MySQL Variables

Server variables can be set at server startup, and many of them can be changed while the server is running.

SHOW VARIABLES LIKE '%buffer_size%';

Some server variables are static (we can only set them at sertver startup time). For example, we can only specify the data directory by using the datadir startup option, but we cannot tell a running server to change its data directory. Other variables are dynamic and can be changed while the server is running:

mysql> SET GLOBAL key_buffer_size = 128 * 1024 * 1024;
mysql> SET @@global.key_buffer_size = 128 * 1024 * 1024;

With a SET statement, we can not use suffix such as K, M, or G to indicate units for values but we can use expression.

Global variables apply server wide and is used to initialize the corresponding session variables for new client connections. Each client may subsequently change its own session variables.

Session variables are session-specific and applies only to a particular client connection.

To set global variables, you must have the SUPER privilege.

SET GLOBAL storage_engine = MyISAM;
SET @@global.storage_engine = MyISAM;
SET SESSION storage_engine = MyISAM;
SET @@session.storage_engine = MyISAM;

LOCAL is synonymous for SESSION.

If we do not explicitly indicate whether to set the global or session variable, MySQL sets the session variable.

SELECT @@global.storage_engine, @@session.storage_engine;

Two memory-related InnoDB resources are the buffer pool and the log buffer:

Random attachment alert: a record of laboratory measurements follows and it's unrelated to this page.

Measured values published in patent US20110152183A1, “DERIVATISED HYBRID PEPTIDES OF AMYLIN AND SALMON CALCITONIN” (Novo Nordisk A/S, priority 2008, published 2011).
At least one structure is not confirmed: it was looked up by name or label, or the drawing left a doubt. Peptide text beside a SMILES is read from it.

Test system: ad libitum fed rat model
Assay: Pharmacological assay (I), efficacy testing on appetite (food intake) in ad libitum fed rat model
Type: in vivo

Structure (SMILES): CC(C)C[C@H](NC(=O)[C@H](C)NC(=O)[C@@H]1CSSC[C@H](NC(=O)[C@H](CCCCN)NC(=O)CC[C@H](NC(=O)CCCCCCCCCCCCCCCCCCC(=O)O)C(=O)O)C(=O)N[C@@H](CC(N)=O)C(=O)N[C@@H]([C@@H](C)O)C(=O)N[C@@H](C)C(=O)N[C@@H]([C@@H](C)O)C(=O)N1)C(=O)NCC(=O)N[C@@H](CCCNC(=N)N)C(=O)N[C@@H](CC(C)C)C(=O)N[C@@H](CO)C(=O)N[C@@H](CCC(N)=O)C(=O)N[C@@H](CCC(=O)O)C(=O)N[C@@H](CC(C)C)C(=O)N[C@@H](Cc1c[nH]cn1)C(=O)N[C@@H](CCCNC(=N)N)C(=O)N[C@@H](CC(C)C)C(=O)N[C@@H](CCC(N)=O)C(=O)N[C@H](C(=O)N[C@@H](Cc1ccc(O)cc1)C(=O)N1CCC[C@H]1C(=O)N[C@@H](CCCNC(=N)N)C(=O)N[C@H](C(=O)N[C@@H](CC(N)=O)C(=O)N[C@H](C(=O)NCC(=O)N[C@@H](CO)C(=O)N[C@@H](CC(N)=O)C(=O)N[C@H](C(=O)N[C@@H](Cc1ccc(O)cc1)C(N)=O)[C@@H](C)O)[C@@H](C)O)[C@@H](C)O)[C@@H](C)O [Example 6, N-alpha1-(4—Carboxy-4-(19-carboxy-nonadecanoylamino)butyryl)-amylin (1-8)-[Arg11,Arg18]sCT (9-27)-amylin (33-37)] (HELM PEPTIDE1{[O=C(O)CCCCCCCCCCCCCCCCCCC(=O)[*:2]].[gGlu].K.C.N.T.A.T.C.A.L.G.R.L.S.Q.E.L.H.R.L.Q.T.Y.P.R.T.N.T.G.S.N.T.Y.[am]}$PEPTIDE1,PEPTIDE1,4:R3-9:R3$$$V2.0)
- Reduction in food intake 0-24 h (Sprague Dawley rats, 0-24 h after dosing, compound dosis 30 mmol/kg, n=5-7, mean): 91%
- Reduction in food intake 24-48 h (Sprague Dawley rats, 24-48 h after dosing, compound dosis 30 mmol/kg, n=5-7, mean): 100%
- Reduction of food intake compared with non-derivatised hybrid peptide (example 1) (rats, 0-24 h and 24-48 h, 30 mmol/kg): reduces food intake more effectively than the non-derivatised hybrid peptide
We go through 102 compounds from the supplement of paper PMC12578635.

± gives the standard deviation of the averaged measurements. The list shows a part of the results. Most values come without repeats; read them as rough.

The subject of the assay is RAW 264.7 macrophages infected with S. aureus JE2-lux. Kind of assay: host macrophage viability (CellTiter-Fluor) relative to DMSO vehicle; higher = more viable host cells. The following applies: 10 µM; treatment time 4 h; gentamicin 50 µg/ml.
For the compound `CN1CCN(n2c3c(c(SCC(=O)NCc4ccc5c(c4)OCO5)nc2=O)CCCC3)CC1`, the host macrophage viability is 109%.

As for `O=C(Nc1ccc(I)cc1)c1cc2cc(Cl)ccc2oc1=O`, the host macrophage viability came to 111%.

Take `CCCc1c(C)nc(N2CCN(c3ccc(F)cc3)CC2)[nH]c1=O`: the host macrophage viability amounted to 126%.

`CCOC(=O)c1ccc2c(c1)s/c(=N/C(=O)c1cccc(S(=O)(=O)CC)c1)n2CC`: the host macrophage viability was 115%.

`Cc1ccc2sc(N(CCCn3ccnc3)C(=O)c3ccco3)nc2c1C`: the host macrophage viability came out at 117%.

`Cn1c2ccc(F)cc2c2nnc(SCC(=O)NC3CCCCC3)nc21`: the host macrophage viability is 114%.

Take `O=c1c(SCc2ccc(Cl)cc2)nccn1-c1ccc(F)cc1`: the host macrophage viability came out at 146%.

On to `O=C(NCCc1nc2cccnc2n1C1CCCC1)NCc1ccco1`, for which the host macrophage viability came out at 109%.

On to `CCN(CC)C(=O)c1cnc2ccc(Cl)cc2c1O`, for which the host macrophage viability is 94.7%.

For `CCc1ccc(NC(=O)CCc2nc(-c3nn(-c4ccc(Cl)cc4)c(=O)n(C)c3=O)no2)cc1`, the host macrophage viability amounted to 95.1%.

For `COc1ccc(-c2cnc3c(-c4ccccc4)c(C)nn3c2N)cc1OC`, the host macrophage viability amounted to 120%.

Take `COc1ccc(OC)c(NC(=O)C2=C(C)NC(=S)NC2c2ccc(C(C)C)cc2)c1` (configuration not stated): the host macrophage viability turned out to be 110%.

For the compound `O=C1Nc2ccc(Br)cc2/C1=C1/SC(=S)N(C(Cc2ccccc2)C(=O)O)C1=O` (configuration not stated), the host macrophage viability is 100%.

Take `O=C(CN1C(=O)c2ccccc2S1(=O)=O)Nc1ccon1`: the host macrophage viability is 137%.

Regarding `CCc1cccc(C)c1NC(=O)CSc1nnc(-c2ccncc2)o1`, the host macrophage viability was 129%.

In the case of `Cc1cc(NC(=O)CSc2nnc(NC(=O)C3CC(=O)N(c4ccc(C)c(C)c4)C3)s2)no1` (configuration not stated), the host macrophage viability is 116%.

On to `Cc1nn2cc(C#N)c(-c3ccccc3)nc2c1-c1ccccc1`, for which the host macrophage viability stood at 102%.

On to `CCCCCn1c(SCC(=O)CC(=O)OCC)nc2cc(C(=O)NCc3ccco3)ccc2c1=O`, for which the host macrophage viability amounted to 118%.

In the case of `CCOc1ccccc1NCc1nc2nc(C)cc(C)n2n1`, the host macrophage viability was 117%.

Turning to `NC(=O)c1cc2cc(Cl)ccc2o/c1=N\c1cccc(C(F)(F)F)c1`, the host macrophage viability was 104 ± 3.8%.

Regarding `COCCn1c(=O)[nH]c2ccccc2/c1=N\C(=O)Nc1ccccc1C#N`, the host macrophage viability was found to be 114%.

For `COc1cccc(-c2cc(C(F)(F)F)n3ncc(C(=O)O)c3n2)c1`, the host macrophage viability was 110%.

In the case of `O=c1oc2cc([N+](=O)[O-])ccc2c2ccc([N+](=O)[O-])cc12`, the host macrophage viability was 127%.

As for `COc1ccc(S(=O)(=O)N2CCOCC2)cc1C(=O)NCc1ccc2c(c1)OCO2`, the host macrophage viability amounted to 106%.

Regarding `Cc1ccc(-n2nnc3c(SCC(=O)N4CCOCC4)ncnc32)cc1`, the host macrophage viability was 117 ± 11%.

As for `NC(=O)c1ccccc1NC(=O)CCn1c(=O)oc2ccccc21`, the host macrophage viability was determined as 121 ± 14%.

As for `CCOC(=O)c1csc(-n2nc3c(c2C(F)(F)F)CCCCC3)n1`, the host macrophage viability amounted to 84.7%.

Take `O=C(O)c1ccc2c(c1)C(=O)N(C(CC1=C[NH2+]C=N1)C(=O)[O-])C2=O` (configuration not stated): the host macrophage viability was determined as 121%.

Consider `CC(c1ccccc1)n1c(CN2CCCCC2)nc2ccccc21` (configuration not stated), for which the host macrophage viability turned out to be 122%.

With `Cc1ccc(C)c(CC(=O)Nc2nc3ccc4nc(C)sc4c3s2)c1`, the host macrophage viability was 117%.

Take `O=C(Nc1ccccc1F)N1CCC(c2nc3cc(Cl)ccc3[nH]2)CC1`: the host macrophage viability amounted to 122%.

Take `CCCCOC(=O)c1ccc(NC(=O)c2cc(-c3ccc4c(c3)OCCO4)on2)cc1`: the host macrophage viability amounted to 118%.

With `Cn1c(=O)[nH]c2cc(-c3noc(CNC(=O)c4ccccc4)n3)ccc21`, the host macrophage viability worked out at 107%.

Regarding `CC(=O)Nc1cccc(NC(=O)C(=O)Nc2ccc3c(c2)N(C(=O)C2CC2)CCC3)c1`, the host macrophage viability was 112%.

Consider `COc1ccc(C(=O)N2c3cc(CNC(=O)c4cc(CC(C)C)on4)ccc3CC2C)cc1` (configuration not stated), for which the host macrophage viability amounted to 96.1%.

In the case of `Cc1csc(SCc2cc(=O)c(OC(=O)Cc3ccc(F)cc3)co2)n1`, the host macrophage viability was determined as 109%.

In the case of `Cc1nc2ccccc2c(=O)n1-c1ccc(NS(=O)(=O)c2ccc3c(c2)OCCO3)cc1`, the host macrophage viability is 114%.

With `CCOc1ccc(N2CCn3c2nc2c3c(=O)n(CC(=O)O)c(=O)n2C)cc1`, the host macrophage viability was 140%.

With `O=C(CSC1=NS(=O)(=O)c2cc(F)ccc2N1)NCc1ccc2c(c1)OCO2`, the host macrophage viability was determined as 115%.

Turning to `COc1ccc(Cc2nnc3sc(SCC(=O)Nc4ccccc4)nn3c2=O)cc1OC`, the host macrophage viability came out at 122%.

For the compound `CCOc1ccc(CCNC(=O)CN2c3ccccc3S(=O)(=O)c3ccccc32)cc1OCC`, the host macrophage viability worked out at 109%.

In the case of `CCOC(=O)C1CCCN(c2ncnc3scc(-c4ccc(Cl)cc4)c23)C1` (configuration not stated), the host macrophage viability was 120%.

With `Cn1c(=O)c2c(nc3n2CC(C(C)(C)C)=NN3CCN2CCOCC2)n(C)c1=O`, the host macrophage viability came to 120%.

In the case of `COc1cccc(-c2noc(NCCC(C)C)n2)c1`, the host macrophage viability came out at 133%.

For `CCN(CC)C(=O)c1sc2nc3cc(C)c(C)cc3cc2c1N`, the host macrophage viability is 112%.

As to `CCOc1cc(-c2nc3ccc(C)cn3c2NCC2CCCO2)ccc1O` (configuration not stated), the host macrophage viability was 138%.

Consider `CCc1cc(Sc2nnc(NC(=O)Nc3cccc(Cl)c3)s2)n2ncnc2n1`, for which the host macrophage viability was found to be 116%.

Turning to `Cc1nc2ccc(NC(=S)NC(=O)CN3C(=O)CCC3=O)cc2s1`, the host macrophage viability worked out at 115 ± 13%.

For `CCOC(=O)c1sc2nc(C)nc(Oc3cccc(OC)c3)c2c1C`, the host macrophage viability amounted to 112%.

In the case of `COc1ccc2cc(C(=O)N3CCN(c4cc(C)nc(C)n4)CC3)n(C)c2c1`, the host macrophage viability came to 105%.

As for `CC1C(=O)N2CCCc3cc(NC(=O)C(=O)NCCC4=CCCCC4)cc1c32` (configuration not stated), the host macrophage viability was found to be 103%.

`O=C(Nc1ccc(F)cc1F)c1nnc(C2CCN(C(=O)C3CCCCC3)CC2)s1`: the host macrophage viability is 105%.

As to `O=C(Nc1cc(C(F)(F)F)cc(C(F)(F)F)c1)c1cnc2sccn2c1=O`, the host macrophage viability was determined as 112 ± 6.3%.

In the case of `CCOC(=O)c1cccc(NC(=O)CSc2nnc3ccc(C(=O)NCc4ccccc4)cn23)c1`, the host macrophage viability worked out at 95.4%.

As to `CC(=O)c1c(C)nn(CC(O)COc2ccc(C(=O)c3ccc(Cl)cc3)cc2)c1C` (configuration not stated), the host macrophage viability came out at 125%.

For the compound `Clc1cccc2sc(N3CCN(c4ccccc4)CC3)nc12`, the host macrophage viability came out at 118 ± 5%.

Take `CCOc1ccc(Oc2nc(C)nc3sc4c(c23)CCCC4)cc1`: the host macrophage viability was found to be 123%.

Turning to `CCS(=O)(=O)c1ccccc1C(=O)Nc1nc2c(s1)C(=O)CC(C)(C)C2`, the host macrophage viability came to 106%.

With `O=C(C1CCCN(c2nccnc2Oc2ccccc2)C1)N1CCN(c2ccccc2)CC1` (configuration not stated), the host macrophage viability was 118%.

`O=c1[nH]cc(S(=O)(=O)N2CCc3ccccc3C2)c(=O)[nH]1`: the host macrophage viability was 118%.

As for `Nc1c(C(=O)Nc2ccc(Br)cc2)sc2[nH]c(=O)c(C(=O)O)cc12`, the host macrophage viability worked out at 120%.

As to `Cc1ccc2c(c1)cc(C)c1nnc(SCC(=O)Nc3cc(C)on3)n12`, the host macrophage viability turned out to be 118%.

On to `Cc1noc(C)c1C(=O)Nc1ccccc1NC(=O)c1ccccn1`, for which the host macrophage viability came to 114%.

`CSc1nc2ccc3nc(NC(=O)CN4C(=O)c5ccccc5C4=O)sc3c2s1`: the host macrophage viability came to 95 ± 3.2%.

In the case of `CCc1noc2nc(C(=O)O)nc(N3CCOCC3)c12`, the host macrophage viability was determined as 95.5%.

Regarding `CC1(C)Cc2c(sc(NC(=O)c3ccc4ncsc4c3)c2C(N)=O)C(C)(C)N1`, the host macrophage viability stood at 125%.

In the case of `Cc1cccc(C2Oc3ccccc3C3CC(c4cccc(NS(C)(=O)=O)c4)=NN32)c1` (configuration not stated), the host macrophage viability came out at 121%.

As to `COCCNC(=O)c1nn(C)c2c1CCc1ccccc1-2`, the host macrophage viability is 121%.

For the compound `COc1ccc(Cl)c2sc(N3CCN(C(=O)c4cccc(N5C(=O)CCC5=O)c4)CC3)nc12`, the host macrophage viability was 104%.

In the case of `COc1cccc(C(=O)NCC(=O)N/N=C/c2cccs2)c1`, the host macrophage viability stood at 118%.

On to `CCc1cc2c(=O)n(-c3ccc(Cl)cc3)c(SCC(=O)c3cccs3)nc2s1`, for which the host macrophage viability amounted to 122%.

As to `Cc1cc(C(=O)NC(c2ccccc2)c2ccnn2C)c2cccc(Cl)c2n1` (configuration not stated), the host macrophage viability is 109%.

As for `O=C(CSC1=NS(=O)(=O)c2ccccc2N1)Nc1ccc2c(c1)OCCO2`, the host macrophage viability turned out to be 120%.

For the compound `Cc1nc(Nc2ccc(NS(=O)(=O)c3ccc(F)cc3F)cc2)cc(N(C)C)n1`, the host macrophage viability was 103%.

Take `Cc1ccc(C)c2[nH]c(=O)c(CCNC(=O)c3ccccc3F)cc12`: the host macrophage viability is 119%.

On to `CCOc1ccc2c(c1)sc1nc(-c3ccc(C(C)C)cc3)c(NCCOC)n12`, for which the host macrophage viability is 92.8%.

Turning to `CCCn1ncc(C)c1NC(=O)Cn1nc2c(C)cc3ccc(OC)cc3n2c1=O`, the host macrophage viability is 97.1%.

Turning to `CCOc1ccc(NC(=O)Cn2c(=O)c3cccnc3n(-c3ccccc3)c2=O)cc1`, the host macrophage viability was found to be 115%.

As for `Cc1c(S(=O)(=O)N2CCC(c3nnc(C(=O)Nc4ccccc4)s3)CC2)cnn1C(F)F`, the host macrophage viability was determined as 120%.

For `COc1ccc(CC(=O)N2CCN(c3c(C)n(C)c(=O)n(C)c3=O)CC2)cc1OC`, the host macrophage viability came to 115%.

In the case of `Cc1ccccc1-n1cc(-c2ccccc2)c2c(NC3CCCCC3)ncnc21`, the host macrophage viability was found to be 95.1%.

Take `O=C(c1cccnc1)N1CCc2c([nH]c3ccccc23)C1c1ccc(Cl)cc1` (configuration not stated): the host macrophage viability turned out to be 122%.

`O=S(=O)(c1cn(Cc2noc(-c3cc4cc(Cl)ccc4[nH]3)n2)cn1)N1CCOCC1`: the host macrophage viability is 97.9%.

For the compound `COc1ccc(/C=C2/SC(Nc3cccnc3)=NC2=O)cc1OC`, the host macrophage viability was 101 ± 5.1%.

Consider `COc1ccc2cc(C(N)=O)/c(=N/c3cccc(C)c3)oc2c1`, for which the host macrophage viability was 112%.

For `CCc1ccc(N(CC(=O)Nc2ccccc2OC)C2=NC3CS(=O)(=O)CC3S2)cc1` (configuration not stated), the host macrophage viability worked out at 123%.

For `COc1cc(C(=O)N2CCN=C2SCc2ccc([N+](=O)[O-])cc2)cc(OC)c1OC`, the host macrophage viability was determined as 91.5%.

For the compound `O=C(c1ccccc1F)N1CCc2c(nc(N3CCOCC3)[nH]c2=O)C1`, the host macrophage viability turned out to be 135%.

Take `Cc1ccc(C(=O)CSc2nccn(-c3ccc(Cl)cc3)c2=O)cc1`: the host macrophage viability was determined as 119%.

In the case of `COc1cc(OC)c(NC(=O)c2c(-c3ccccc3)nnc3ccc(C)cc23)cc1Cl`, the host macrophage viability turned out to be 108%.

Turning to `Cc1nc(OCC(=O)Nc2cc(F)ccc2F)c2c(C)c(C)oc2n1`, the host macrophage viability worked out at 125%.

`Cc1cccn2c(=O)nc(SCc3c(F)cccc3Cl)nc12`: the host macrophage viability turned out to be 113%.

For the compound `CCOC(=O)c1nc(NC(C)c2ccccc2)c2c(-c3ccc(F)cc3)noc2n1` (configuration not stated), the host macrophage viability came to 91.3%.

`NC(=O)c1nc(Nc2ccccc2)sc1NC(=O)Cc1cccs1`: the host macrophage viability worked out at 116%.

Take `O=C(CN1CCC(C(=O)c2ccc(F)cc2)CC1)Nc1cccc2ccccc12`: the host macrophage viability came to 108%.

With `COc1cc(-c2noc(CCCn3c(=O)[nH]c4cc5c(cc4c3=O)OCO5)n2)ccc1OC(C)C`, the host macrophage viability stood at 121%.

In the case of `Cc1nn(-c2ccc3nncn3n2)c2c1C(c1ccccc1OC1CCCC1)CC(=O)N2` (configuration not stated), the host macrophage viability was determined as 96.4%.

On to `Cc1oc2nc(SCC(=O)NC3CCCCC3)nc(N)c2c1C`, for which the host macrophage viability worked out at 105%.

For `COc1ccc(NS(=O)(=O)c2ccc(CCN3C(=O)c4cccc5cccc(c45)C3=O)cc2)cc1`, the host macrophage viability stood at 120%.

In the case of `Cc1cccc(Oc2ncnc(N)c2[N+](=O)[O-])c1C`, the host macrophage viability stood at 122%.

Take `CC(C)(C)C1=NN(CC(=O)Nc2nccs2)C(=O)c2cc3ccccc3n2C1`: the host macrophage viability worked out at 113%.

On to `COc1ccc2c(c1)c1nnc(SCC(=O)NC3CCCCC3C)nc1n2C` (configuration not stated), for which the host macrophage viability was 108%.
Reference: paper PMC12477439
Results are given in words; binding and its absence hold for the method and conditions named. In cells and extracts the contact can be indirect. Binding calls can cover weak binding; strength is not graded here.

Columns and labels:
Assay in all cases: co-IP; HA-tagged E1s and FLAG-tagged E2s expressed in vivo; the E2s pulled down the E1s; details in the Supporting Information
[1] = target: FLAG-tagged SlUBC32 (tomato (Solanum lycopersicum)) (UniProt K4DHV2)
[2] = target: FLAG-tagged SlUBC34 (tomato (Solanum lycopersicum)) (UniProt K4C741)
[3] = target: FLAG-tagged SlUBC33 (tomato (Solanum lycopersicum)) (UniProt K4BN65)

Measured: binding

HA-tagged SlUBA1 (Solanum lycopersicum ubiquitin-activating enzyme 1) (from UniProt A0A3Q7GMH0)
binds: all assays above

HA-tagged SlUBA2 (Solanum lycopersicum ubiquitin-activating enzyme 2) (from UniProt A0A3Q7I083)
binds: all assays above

• The InnoDB buffer pool caches data and index information for InnoDB tables. Making the buffer pool larger reduces disk I/O for frequently accessed InnoDB table contents. The buffer pool size is controlled by innodb_buffer_pool_size system variable. Its default value is 8MB. On a machine dedicated to MySQL, you can set innodb_bufffer_pool_size variable to anywhere from 50% to 80% of the total amount of memory. However, this setting should take into account how large you set the key_buffer_size value for MyISAM.
  • The InnoDB log buffer holds information about modifications made during transaction processing. Ideally, you want a transaction's changes to be held in the buffer until the transaction commits, at which point they can be written to the InnoDB log file all at once. If the buffer is too small, changes might need to be written several times before commit time, resulting in additional disk activity. The log buffer size is controlled by the innodb_log_buffer_size system variable. Typical values range from 1MB to 8MB. The default is 1MB.

Status Variables:

SHOW STATUS LIKE 'Connections'

Connections: total number of connection attempts (both successful, and unsuccessful)

Aborted_connects: The number of unsuccessful connection attempts

Connections - Aborted_connects: The number of successful connection attempts.

Aborted_clients: The number of successful connections that terminate abnormally (if the client die, or network went down)

Connections - Aborted_connects - Aborted_clients: The number of successful connections that terminate normally.

Threads_connected: The number of clients currently connected to the server.

The Com variables give us a break down of the number of statements that the server has executed by statement type. You can see all these variables:

mysql> SHOW STATUS LIKE 'Com%';



Com_select does not include the number of queries that are processed by the query cache.

Questions: The number of queries the server has processed.

Uptime: The number of seconds the server has been running

Questions / Uptime: how many queries per second the server has processed.

Slow_queries: indicates the number of queries that take a long time to process. Ideally, its value should increase slowly or not at all. If it increase quickly, you may have problem with certain queries.

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